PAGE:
We asked Cycling Weekly readers what one golden rule they thought all cyclists should follow, in association with B'Twin
We recently asked Cycling Weekly readers what their golden rule of cycling is. Here are a selection of answers, brought to you in association with B’Twin.
What do you think should be the one golden rule that all cyclists should follow? Let us know in the comments section below.
Please say hello and/or give a friendly nod or gesture to other cyclists, walkers, horse riders, etc. Being friendly and polite goes a long way.
Stop at red lights. I was on a local reliability ride a few weeks ago, and 30 or more riders from a number of local clubs all deliberately (no doubt about it) went through a red light and turned right across traffic. Not only dangerous and stupid, but reflects extremely poorly on the cycling community as a whole.
Always make sure you’re prepared to repair a puncture at the roadside, in the middle of nowhere, in the rain. It happens to everyone eventually.
Whenever descending, you have to shout, “Wheeeeeeeeee!”
Make sure to take control of the road. Remember you have the right to ride in the middle of the lane if it is risky to hug the kerb to let cars pass.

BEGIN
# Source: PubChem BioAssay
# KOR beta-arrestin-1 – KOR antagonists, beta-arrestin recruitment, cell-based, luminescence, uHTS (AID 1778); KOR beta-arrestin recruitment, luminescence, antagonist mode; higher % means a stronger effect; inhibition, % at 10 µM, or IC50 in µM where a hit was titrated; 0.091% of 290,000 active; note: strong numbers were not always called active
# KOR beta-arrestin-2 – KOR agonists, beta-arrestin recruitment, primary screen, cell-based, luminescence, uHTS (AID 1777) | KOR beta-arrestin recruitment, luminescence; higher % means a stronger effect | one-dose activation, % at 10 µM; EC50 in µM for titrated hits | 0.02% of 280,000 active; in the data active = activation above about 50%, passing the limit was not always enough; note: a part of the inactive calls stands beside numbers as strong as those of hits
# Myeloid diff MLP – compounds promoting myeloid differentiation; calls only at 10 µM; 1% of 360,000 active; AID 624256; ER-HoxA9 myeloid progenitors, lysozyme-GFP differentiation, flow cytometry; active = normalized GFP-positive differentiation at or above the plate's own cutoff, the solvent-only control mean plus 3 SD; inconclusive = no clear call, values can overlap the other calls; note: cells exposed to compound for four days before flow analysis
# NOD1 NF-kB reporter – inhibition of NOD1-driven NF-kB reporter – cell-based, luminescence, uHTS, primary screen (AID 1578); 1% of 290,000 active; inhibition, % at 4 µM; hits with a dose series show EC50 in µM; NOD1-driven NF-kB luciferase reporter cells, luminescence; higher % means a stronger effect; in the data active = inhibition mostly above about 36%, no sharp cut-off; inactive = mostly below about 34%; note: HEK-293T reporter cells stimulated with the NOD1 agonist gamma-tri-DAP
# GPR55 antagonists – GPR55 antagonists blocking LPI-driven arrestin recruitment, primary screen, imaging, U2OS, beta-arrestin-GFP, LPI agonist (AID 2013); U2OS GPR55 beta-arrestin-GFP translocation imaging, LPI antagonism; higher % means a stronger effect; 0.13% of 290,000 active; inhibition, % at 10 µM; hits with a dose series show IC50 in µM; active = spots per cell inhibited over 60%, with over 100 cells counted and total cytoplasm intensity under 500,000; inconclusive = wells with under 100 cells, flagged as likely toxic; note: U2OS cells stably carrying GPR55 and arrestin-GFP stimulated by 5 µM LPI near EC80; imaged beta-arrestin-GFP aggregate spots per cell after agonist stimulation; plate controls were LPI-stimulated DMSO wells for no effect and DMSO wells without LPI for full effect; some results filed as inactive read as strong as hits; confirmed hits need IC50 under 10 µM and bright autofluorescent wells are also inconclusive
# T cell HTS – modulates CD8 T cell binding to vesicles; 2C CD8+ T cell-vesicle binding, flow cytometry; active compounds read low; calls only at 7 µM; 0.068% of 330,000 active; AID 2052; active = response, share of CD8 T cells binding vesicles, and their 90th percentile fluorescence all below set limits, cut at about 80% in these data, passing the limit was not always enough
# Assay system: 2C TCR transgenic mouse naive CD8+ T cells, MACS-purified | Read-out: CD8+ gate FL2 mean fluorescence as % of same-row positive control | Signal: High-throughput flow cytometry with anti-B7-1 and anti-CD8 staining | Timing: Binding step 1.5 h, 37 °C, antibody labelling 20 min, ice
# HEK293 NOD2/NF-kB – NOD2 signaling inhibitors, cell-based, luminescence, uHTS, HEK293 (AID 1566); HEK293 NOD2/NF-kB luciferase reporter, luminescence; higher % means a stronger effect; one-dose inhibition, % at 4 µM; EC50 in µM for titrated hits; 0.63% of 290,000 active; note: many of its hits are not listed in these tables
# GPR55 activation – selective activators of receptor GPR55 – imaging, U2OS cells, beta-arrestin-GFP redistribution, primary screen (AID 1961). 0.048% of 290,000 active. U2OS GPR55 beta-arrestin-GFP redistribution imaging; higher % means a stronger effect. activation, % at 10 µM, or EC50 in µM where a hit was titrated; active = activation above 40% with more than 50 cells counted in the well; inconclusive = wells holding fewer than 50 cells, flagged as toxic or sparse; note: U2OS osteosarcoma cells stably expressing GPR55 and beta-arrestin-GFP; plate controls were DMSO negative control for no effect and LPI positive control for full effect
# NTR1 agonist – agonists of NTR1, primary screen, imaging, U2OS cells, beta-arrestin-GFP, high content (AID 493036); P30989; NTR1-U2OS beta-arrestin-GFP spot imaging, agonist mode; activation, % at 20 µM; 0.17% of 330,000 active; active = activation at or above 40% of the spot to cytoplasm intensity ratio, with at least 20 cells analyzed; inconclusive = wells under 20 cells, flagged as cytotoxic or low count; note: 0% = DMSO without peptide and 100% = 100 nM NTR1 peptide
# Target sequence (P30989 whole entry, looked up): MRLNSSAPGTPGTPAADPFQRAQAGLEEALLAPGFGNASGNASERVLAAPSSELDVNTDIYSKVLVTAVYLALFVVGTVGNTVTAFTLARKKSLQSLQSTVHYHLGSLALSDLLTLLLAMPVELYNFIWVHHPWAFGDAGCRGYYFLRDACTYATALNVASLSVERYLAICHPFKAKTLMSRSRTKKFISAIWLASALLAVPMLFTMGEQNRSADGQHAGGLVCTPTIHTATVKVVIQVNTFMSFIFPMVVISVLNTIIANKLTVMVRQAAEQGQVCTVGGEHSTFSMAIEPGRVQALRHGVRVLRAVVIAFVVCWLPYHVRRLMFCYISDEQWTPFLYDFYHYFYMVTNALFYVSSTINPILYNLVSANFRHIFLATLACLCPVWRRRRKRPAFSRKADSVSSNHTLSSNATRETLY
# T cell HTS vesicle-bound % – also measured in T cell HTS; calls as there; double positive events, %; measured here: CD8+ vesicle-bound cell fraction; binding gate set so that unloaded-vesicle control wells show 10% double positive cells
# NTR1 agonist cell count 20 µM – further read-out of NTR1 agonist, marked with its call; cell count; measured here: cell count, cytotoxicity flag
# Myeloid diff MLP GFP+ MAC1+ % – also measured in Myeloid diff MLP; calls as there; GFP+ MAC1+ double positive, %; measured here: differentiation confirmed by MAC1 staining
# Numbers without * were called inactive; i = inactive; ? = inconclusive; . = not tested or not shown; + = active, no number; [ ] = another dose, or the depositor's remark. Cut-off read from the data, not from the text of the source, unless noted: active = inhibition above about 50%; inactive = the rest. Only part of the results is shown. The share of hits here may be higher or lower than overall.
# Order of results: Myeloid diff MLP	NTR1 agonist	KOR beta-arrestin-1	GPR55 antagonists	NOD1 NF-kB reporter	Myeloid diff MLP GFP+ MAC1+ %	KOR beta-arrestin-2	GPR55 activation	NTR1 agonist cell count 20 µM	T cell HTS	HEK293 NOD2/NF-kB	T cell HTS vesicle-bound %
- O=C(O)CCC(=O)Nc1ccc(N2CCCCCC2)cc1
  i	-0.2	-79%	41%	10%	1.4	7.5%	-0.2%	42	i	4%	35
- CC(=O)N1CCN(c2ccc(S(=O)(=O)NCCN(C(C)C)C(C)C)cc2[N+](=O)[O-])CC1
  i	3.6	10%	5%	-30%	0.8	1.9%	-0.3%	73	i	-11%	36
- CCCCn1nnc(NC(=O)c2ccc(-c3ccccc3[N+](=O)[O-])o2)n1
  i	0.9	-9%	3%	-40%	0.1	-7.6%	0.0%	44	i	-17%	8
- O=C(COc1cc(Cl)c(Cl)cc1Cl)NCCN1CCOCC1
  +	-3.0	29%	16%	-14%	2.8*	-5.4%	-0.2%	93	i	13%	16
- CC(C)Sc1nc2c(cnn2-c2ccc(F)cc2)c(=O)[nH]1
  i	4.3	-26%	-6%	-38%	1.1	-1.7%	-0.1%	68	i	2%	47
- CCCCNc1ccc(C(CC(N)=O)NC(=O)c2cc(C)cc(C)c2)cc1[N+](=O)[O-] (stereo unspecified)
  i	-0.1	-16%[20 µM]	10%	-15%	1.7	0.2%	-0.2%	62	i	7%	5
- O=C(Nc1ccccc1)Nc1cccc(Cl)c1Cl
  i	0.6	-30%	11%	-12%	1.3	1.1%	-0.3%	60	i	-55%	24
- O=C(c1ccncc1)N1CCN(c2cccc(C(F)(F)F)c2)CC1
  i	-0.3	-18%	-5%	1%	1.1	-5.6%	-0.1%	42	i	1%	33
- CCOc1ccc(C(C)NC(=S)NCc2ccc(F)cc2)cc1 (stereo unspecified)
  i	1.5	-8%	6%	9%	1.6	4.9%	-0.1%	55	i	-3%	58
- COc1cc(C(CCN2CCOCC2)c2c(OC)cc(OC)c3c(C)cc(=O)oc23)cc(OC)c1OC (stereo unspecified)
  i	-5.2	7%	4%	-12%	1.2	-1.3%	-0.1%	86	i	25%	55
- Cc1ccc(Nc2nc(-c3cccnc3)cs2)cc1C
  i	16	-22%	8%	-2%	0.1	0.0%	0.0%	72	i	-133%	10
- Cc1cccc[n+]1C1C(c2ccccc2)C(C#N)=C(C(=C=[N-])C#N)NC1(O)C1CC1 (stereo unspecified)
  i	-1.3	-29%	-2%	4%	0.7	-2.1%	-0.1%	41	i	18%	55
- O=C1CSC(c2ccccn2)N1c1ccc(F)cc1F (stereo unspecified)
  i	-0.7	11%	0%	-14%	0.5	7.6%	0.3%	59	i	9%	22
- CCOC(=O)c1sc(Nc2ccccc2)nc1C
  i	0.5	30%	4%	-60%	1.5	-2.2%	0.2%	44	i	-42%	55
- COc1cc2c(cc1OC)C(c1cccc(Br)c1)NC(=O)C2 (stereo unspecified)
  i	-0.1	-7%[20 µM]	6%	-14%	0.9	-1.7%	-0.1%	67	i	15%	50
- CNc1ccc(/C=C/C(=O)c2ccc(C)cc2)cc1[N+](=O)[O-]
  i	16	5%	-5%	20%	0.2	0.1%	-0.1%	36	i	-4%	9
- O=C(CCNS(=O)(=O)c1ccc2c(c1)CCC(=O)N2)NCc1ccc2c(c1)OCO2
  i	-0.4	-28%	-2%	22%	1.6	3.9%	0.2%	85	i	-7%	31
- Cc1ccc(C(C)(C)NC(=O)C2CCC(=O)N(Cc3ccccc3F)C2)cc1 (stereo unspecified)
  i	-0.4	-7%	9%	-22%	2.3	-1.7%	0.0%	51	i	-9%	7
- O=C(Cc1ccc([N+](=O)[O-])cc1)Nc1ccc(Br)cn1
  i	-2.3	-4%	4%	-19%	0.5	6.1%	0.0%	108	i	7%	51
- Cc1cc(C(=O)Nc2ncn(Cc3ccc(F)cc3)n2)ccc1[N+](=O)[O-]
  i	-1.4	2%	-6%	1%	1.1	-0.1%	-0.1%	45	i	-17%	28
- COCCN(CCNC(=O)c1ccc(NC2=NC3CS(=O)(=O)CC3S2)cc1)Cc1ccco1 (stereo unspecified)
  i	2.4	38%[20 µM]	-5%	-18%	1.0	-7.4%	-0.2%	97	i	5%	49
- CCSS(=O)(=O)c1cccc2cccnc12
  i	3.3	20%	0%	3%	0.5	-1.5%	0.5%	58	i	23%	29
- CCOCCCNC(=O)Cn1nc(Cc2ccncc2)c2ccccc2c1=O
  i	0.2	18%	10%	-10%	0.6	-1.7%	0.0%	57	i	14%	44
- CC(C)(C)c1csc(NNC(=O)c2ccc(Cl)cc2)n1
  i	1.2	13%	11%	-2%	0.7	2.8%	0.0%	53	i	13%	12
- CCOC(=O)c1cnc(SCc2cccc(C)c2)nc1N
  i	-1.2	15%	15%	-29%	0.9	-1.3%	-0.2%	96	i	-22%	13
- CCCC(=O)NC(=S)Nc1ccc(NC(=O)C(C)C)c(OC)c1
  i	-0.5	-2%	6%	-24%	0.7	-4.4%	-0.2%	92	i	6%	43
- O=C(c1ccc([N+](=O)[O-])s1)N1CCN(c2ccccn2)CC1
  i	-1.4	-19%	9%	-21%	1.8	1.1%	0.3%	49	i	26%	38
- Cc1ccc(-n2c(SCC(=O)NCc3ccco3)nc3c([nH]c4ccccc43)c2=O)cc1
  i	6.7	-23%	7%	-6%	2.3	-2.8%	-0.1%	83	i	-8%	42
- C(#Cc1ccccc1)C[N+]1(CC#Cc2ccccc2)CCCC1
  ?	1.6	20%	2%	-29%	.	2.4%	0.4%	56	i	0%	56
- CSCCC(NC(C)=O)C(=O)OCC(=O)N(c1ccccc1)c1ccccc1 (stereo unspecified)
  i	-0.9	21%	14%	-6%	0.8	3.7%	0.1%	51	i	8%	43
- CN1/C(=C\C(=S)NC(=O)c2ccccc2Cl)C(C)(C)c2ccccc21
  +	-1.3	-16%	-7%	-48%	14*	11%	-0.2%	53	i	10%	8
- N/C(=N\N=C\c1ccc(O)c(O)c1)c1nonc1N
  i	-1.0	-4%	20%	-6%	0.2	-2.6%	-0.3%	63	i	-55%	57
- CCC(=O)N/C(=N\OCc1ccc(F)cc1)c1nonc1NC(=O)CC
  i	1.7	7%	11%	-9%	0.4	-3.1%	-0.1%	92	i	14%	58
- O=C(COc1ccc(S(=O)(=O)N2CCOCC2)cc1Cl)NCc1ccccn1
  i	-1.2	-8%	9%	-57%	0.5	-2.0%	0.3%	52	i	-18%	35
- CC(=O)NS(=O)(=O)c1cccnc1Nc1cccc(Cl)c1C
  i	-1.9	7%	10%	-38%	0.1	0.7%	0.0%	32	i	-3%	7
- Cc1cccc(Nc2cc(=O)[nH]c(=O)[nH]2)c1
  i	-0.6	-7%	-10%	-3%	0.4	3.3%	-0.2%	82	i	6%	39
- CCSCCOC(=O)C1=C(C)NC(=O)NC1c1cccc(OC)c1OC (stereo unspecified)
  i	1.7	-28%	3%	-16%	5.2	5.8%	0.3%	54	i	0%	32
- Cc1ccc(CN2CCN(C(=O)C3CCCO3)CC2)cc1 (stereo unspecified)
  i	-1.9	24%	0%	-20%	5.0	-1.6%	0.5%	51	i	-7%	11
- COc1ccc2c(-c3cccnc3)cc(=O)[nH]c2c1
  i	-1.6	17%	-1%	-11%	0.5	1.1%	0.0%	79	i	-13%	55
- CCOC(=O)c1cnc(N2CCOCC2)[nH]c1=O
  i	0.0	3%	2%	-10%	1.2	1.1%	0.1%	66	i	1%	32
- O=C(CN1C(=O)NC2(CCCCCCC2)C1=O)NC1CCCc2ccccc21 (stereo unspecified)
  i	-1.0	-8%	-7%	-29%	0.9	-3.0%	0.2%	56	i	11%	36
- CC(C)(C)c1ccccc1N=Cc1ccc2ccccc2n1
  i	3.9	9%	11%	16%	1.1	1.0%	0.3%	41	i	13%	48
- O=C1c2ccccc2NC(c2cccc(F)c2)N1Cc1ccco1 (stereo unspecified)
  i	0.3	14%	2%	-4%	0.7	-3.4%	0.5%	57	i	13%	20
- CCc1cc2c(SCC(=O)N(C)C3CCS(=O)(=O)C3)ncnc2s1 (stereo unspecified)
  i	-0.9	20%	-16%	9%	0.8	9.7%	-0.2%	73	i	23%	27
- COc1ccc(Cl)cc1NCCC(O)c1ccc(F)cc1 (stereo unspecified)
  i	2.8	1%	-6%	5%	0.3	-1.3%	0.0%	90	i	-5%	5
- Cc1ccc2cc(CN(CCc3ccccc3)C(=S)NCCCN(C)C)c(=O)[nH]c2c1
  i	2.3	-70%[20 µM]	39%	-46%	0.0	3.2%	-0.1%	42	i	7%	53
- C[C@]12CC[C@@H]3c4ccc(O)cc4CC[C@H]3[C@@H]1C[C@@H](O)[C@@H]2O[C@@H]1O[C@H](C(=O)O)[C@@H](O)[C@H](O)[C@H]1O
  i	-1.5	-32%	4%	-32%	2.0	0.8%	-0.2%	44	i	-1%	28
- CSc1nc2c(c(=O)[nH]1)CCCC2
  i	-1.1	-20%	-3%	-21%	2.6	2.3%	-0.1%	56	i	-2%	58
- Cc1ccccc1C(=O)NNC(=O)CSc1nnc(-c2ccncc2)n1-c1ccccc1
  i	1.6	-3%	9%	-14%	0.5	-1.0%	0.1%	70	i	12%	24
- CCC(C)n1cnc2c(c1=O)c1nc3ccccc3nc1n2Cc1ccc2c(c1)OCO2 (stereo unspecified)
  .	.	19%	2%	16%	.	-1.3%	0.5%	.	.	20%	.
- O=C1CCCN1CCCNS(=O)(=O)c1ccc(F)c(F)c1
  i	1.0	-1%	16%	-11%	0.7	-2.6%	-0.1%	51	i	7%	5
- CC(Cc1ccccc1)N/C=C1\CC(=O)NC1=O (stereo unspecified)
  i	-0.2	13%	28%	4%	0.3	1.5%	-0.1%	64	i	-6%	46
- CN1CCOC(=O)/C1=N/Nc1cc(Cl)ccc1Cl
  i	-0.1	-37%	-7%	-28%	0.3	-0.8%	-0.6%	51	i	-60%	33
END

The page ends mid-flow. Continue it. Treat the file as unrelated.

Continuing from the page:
Free your mind. Leave all your worldly thoughts behind you. Do all your worrying about finances, relationships, career, etc. before you get on your
bike and head out. Once the pedals
start to turn, cloak yourself in the sensations of how your body and bike feel together. Take in the scents, the sounds and the feeling of the sun and wind on your skin.
Don’t push down with both legs at the same time.
Ask for advice. Just don’t always listen to the loudest voice.
Be humble and inspire people. Even
if you’re racing as a first-cat or can
go under 20 minutes for a 10-mile TT,
spare 30 seconds for the new bloke on
the club run.
Never leave a bike with disc brakes
unattended if there are children or
pros around, lest they cut themselves
Don’t wear knee-warmers without also wearing arm-warmers. It looks ridiculous. The other way round is fine.
For the sake of your riding partners, please make sure your bike doesn’t make any squeaking, creaking, ticking, crunching or pinging sounds.
Remember to use a bike.
Take your helmet off when entering a pub.
Jean Yves Van de Kieft
Ride within your limits until you really know how far you can push yourself. Always take an energy drink even in winter.
Don’t drop your litter. It’s everyone’s playground, so let’s keep it beautiful.
Never wear underwear underneath your cycling shorts! Seriously, don’t.